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Weathers

  1. 1. WEL COME TO MY PRESENTATION NARENDRA KUMAR NIDHI LOWER SEC. TEACHER SHREE DURGA HIGHER SEC. SCHOOL ,BAREWA-KALAIYA-10 BARA
  2. 2. NARENDRA KUMAR NIDHI LOWER SEC. ENGLISH TEACHER IN DURGA H.S.SCHOOL,KALAIYA
  3. 3. WEATHERS BY THOMAS HARDY
  4. 4. Thomas Hardy This is the weather the cuckoo likes, And so do I; When showers betumble the chestnut spikes, And nestlings fly; And the little brown nightingale bills his best, And they sit outside at 'The Traveller's Rest,' And maids come forth sprig-muslin drest, And citizens dream of the south and west, And so do I. This is the weather the shepherd shuns, And so do I; When beeches drip in browns and duns, And thresh and ply; And hill-hid tides throb, throe on throe, And meadow rivulets overflow, And drops on gate bars hang in a row, And rooks in families homeward go, And so do I.
  5. 5. Weathers by Thomas Hardy  Born 2 June 1840 Stinsford, Dorchester, Dorset, England  Died 11 January 1928 (aged 87) Dorchester, Dorset, England  Resting place Stinsford parish church (heart) Poets' Corner, Westminster Abbey (ashes)  Occupation Novelist, Poet, and Short Story writer
  6. 6. Alma mater King's College London Literary movement Naturalism, Victorian literature Notable work(s) Tess of the d'Urbervilles, Far from the Madding Crowd, Collected Poems Jude the Obscure
  7. 7. One of the themes of Hardy's poetry that it is hard to ignore is the weather and the countryside, and in this simplistic poem Hardy re-visits these themes by focussing on two different states of weather and how one is desired and loved by himself and others and the other state of weather is disliked and shunned
  8. 8. The first season is spring, when "showers betumble the chestnut spikes, / And nestlings fly." The singing of the nightingale and the feeling of joy in people as spring comes, announcing the end of winter, creates an excitement in the natural world that is shared by the narrator.
  9. 9. The second season is autumn, which "the shepherd shuns." This is when "beeches drip in browns and duns," and birds such as rooks, in an attempt to escape the bad weather, "homeward go." This sentiment of wanting to escape the bad weather is shared by the narrator, who likewise heads home to his warm house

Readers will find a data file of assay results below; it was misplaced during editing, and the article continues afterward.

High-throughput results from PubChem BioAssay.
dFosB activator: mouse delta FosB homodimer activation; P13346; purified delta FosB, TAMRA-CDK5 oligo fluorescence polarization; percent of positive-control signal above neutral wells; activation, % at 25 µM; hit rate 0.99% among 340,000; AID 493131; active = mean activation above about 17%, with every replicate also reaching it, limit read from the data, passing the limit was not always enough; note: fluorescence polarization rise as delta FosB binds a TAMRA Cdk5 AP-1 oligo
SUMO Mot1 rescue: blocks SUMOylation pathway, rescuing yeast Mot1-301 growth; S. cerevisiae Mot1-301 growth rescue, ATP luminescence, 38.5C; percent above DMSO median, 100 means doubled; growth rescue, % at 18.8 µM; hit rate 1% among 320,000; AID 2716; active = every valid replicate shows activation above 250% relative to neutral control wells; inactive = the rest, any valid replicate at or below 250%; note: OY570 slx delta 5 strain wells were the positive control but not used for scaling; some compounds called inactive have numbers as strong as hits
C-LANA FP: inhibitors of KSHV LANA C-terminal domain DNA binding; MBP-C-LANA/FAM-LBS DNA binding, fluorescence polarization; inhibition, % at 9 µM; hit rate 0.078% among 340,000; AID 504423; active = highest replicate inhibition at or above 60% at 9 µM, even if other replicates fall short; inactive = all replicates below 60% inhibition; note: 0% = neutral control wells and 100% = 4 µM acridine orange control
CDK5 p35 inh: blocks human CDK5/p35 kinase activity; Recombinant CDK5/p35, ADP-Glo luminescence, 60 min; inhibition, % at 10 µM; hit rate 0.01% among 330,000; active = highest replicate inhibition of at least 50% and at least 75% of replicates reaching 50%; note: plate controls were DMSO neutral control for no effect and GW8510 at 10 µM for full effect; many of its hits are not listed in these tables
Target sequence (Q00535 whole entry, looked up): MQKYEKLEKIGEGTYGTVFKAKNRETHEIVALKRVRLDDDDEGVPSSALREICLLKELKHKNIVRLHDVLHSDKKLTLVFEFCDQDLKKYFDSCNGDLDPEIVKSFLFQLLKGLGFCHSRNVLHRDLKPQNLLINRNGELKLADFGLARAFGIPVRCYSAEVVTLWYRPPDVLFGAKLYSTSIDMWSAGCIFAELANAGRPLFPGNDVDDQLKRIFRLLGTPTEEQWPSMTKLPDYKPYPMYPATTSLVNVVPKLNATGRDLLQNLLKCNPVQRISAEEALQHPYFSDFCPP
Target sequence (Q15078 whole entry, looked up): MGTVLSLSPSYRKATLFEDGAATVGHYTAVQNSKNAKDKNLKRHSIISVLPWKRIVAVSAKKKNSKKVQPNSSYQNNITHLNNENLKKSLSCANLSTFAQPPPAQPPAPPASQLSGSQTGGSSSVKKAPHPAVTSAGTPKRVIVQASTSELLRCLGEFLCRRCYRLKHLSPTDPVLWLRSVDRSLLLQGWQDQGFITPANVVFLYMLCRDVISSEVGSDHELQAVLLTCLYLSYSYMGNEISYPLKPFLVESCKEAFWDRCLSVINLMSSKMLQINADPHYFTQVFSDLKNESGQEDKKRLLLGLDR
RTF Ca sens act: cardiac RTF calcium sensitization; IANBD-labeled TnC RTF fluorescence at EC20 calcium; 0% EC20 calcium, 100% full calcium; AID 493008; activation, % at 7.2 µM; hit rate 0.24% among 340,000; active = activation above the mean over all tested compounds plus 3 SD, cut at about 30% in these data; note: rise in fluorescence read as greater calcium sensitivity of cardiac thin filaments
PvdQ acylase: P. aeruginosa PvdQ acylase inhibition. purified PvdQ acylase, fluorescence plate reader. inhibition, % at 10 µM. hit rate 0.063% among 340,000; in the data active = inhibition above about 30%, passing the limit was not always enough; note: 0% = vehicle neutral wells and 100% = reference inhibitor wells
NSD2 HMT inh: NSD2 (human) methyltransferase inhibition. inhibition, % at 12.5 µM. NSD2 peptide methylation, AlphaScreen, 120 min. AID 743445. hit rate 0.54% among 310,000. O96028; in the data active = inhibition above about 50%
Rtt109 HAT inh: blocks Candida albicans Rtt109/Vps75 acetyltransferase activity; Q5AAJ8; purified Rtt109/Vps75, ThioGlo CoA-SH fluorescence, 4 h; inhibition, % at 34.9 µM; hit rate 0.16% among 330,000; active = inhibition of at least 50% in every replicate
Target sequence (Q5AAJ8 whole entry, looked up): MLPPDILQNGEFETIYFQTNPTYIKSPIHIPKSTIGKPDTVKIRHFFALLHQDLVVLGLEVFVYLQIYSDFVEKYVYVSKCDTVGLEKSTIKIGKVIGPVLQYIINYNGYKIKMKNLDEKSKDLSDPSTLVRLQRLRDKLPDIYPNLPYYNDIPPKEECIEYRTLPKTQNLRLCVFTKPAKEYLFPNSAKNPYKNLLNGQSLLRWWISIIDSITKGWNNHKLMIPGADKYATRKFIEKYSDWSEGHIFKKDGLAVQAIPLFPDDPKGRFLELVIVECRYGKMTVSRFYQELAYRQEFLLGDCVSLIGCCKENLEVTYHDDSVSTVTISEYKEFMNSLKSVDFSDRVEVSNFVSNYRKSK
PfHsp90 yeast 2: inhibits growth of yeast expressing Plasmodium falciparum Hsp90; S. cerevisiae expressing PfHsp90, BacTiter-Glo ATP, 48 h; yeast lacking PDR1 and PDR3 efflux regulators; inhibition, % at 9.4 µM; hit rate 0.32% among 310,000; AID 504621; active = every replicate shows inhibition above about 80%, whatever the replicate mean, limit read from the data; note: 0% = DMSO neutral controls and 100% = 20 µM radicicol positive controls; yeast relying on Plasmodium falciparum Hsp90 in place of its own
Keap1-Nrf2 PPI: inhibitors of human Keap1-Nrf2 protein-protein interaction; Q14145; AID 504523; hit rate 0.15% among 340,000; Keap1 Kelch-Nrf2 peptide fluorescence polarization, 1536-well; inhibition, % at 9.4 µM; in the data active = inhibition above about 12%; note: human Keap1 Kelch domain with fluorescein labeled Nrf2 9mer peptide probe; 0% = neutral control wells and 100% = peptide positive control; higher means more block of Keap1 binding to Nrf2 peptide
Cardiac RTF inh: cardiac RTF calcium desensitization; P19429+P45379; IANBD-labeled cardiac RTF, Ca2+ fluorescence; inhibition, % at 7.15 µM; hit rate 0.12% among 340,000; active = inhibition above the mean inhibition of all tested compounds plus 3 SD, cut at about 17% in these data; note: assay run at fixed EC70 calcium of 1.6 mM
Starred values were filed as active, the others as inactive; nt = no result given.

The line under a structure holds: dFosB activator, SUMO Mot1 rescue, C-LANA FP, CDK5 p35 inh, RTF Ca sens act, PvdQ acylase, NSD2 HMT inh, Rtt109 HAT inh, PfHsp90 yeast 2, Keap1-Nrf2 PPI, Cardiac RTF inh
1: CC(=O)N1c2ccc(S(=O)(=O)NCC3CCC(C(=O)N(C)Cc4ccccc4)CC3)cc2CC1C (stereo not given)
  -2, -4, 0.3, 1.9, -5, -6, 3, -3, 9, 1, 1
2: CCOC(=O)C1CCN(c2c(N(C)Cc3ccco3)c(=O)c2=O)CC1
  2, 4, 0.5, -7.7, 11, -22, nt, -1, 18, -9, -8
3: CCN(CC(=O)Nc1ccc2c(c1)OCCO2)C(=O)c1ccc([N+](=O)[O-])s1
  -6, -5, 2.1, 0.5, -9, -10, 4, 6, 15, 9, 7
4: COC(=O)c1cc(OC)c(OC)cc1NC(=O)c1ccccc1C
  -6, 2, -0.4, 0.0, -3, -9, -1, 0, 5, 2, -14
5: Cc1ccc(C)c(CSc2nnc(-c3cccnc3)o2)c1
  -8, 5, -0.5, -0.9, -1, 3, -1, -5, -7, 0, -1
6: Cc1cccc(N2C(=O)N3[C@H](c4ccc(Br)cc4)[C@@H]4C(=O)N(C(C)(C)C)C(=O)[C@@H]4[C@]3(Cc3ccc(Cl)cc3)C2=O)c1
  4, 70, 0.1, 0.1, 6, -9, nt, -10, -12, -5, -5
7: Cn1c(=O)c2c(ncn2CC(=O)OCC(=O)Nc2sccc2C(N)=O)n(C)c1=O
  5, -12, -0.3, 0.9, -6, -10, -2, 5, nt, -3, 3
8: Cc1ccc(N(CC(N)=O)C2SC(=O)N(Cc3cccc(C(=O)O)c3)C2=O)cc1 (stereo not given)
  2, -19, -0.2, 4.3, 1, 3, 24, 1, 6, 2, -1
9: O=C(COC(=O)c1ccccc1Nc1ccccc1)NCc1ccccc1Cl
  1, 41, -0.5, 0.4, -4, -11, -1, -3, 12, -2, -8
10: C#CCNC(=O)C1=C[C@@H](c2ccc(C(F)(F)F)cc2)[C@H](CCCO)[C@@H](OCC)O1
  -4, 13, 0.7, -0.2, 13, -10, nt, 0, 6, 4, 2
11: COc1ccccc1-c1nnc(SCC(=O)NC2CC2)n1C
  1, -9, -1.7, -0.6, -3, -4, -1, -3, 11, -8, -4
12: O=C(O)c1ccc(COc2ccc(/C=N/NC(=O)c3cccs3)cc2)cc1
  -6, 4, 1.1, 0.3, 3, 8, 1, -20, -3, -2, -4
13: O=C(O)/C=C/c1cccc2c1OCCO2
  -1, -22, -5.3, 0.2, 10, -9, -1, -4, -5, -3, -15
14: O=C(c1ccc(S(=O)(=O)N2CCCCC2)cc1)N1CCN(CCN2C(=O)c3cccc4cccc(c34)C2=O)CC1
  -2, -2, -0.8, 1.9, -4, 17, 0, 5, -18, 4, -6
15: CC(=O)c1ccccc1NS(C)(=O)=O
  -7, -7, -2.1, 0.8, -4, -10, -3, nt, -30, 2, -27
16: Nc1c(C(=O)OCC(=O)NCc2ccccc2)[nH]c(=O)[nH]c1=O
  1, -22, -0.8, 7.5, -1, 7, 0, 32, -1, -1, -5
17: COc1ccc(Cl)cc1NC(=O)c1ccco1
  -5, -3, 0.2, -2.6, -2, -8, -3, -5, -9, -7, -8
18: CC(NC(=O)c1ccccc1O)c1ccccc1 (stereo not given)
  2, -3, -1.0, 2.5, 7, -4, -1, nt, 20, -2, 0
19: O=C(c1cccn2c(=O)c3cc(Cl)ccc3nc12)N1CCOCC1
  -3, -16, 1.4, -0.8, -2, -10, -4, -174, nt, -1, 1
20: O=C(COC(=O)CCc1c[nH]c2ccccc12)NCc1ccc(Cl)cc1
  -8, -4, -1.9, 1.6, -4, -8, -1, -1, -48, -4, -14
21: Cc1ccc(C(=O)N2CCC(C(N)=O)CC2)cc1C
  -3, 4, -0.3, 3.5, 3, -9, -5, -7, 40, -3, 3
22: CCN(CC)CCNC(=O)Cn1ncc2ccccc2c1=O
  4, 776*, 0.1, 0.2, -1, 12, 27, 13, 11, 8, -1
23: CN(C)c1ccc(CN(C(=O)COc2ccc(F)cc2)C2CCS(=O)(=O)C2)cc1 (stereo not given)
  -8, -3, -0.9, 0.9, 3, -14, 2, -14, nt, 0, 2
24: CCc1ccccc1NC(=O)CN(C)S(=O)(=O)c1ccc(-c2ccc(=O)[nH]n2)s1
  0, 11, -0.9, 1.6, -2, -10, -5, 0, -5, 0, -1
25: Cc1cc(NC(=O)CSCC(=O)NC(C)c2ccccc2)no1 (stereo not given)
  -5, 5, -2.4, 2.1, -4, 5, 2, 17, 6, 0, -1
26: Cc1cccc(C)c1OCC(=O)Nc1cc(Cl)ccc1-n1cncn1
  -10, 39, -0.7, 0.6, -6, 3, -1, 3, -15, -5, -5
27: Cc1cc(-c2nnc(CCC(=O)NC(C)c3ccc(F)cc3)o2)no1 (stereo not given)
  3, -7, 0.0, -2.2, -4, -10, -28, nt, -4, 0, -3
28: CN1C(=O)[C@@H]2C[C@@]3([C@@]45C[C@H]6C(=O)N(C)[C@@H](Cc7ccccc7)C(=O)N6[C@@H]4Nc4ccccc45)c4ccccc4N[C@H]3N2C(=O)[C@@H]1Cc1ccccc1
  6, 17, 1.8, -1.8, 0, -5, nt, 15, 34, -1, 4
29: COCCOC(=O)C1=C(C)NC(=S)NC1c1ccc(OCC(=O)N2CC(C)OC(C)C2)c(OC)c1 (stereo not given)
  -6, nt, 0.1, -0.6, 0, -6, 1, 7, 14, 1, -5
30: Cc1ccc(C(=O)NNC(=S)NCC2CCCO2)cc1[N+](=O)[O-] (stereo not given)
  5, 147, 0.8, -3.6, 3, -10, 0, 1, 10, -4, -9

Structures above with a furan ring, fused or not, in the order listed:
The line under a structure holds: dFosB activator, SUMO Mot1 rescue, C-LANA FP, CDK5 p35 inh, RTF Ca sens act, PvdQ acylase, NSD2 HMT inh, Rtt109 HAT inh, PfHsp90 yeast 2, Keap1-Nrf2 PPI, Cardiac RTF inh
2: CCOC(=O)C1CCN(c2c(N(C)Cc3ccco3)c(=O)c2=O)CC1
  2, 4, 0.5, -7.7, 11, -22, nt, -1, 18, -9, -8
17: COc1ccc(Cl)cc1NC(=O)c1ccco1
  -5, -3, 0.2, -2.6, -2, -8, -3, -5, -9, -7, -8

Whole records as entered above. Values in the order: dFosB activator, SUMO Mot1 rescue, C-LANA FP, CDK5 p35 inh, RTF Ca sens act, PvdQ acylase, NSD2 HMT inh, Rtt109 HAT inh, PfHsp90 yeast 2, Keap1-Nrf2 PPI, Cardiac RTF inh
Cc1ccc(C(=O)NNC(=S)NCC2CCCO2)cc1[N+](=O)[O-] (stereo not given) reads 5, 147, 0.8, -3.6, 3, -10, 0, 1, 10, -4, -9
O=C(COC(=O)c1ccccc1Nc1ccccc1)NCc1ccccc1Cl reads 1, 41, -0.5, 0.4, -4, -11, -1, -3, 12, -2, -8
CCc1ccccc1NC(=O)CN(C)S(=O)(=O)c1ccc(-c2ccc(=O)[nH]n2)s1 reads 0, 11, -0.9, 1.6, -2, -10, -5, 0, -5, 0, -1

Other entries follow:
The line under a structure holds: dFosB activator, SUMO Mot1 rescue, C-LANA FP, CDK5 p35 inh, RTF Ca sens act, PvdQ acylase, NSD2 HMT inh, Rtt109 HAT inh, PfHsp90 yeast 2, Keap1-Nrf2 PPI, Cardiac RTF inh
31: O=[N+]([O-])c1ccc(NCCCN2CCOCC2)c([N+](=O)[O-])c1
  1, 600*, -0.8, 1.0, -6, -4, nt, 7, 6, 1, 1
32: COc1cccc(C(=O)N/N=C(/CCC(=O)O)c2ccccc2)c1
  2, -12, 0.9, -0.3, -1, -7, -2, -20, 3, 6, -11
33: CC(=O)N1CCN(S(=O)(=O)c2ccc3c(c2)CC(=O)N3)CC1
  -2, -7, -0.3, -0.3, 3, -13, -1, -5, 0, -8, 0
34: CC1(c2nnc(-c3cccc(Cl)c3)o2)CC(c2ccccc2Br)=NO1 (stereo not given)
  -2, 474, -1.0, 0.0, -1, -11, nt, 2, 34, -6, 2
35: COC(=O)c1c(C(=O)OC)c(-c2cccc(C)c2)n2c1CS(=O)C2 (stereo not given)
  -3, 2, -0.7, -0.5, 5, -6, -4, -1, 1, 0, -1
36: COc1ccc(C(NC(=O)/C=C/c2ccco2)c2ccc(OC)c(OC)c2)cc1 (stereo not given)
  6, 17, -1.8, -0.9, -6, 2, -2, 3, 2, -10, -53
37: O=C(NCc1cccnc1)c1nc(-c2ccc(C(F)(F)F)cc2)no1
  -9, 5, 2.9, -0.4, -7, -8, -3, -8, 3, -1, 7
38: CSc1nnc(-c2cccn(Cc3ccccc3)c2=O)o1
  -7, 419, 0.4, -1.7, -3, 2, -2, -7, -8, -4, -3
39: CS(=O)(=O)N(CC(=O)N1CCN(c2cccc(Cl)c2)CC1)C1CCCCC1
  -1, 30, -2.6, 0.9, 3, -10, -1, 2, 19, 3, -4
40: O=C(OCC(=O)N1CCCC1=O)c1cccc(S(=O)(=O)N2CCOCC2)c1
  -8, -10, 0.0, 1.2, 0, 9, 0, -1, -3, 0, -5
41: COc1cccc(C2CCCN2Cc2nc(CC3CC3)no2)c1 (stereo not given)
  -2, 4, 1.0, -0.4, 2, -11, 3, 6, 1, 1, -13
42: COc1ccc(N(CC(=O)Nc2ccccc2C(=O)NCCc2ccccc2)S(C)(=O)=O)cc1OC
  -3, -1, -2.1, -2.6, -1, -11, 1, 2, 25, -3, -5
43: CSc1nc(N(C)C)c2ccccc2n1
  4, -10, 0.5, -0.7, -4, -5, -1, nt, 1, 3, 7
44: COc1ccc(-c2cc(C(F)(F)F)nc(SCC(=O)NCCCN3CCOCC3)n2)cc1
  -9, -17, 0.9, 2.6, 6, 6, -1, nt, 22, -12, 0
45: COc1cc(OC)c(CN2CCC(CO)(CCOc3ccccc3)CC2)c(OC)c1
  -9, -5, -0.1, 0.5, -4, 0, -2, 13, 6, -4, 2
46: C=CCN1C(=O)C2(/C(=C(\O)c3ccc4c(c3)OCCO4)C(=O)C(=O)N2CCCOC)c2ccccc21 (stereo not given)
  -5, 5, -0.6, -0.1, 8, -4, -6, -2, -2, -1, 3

10. 10. Things to note in this poem is the simplistic, child-like rhythm that is reinforced by repetition of lines such as "And so do I," that make this a poem more for children compared to Hardy's more serious poems.
  11. 11. THIS IS THE WEATHER THE CUCKOO LIKES
  12. 12. AND SO DO I
  13. 13. This is the weather the cuckoo likes, And so do I; The poem is about good and bad weather. The first stanza describes good weather and the second stanza describes unpleasant weather. The pleasant weather is weather the cuckoo likes. The cuckoo is a bird that can be seen in England in the spring and summer. the poet likes summer weather too.
  14. 14. WHEN SHOWERS BETUMBLE THE CHESTNUT SPIKES
  15. 15. When showers betumble the chestnut spikes, Betumble is old-fashioned. It means to make tumble = to make fall.This is the time when showers = short periods of rain make the chestnuts fall from the trees. Chestnuts are the fruits from the tree with the same name. They are shiny and brown inside a green spiky hull. They start to be ripe in the late summer.Showers are pleasant when it’s hot, but too much rain is unpleasant. In the second stanza we’ll have lots of rain.
  16. 16. AND NESTLINGS FLY
  17. 17. And nestlings fly; Little birds fly out of the nest.Nestling is a word we wouldn’t use anymore now. It sounds old-fashioned.